Women of Purim
Purim is next weekend. For some, it’s the holiday excuse to dress up, be silly, an listen to the whole Megillah–literally: and we’re required to become so drunk that we can’t tell the heroes’ names from the villain’s in the story.
The story of Purim is called the Book of Esther. Growing up, I learned that Esther and her uncle Mordechai, were the heroes, and that Queen Vashti, King Ahashverosh and Haman were the bad guys. I loved eating the hamentaschen Haman’s Ears pastries, and twirling a loud grogger when Haman’s name was read in the Megillah to blot out the sound. Usually by the time the long night of reading and noisy silliness was done, it was getting late; I’d be ready to eat one last hamentaschen and want to go home to bed.
This annual ritual was something we did outside of our secular lives. The holiday was not relevant or even mentioned at grade school, as I recall. Yet, it was so big in my synagogue and family life. Our family photo album has pictures of my father dressed as for Purim in a costume that looked suspiciously the same as the one I wore at about his age, around 8 years old.
As we often say in Judaism לדור ודור from generation to generation.
My ideas about who the heroes were or weren’t have shifted. What I heard as a little girl was that Esther was the good, beautiful queen, who replaced Vashti, the wicked disobedient one. Lesson: be beautiful and cooperative or you will be banished. Esther was rather passive, and it was her uncle Mordechai who had the instincts and push to urge her to save the Jewish people. It appeared that she had no reason to ‘out’ herself as Jewish to King Ahashverosh. It was Mordechai’s urging that caused her to step aside from her wealth and position, to petition the King with her beauty and good cooking to help her people.
The ploy was a success, and the condemned Jews were able to prevail.
Now I see a re-write of this story, especially on this rainy Vancouver International Women’s Day. Vashti was a disappointment in the story because she would not display her charms publicly to her King’s drunken banquet guests and his public. Perhaps like many of us women, she believed she was more than a rack to display a diadem from.
In fact, the King’s advisors saw that, and told him to get rid of her, lest all the women of his kingdom follow her example and become disobedient. So he banished her, to maintain order in the households of the kingdom.
The Purim story is not called the Book of Vashti, though, it is the Book of Esther. We are left with that scenario as an aside, and Vashti’s disobedience is seen only as important in that it creates the opportunity for Esther to enter the scene and later be able to help her Jewish people as a Queen.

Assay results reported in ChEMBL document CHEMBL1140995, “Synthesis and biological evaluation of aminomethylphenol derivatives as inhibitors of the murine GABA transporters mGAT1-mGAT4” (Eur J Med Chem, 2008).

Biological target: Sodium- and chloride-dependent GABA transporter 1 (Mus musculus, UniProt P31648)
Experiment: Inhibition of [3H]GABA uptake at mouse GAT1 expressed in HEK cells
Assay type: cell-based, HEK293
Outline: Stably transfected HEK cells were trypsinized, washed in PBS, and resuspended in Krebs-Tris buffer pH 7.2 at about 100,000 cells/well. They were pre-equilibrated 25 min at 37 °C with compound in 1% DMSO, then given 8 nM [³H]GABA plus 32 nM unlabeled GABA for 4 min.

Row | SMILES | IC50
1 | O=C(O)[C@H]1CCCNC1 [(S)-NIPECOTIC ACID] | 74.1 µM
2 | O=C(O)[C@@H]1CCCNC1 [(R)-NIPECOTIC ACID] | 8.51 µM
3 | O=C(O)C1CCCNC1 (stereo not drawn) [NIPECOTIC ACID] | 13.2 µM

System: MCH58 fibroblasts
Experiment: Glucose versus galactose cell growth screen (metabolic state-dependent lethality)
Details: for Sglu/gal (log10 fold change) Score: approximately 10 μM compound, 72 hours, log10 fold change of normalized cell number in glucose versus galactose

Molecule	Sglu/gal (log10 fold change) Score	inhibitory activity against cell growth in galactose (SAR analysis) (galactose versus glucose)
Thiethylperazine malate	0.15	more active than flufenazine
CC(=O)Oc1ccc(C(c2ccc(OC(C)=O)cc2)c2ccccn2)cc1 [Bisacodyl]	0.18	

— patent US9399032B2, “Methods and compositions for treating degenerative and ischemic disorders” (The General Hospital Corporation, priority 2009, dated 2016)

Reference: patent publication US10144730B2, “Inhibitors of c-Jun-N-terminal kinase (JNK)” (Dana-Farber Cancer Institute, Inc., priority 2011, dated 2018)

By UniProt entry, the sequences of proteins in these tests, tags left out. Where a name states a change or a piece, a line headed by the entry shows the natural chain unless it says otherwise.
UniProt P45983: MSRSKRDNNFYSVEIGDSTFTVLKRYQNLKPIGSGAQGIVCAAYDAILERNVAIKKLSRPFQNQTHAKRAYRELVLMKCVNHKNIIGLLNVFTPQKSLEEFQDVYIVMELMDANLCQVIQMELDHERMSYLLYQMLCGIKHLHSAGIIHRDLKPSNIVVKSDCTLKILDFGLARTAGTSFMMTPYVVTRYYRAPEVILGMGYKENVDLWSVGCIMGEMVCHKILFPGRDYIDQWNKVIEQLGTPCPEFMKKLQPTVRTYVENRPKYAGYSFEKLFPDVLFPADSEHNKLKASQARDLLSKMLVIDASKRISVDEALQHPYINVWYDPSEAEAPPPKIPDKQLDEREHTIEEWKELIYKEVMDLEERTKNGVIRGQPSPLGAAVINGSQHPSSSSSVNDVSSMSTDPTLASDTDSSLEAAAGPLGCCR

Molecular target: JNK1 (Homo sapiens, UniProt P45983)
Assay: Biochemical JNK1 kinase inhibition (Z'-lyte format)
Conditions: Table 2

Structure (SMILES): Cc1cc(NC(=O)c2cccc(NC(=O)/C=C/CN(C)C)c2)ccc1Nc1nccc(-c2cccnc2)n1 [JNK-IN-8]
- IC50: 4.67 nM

I admire both women. Vashti makes a risky personal decision in emancipating herself from degrading treatment by her husband. Esther makes a risky public decision to use her charms and position to save her people. They both could have chosen to be passive and continue to enjoy abundance and comfort.
Yet, ironically, one has been vilified and the other celebrated. For women, saying No seems to have much worse consequences than saying Yes, even in the context of heroism. As little girls and boys that was what we learned.
Have things changed much? I am older now and can choose who my role models are. I like Vashti because she needed to draw a line in the sand for herself and women. She was so committed to this that she sacrificed her own welfare. It was not in vain though. Her piece of the story remains in the Book of Esther. Clearly it was important; her story could easily have been scrubbed out by early redactors. Her actions are those of a true leader and voice for freedom and from oppression. Look who else set the stage by saying No, some of whom did not survive to see the fruit of the seeds they planted in history: Martin Luther King Jr, Ghandi, Joan of Arc, Benazir Bhutto, Harriet Tubman, and today, Malala Yousafzai.
Things haven’t changed much. We still meet resistance if we need to say No. I admire Vashti and see her as a role model. She tells us, ‘Say it if it’s the right thing to do, maintain your self-esteem and that of others who need your voice’. I wonder where Vashti went? Perhaps she became just another invisible single woman, lost in the crowd, past her prime, alone. Maybe she found a place of belonging somewhere new. Her legacy remains for us to learn from.
Esther is also my role model; for how to do the right thing, even if you don’t really have to. Yes, Mordechai did have to urge her on, but then again, he set her up as a comfortable queen for Ahashverosh. Realizing that her wealth and status truly did put her in the best place to appeal on behalf of the Jews of Shushan, she decided to put her wealth to a purposeful use beyond herself. What she models is how one can transform from being insulated and comfortable, to seeing our abundance as the very means to reach out and make a difference for others. Sometimes it takes the outer voice, symbolized by her uncle Mordechai, that calls to us to reach out and make a difference.
Whether by inner convictions, such as Vashti shows us, or outer directors, such as Esther’s, both show us that women have strength and power.
We need not remain hidden, or only in supportive roles in the background behind men; the Book of Esther tells us that we have the power to make a difference, if we are willing to step out and speak, write, sing or perform our truth.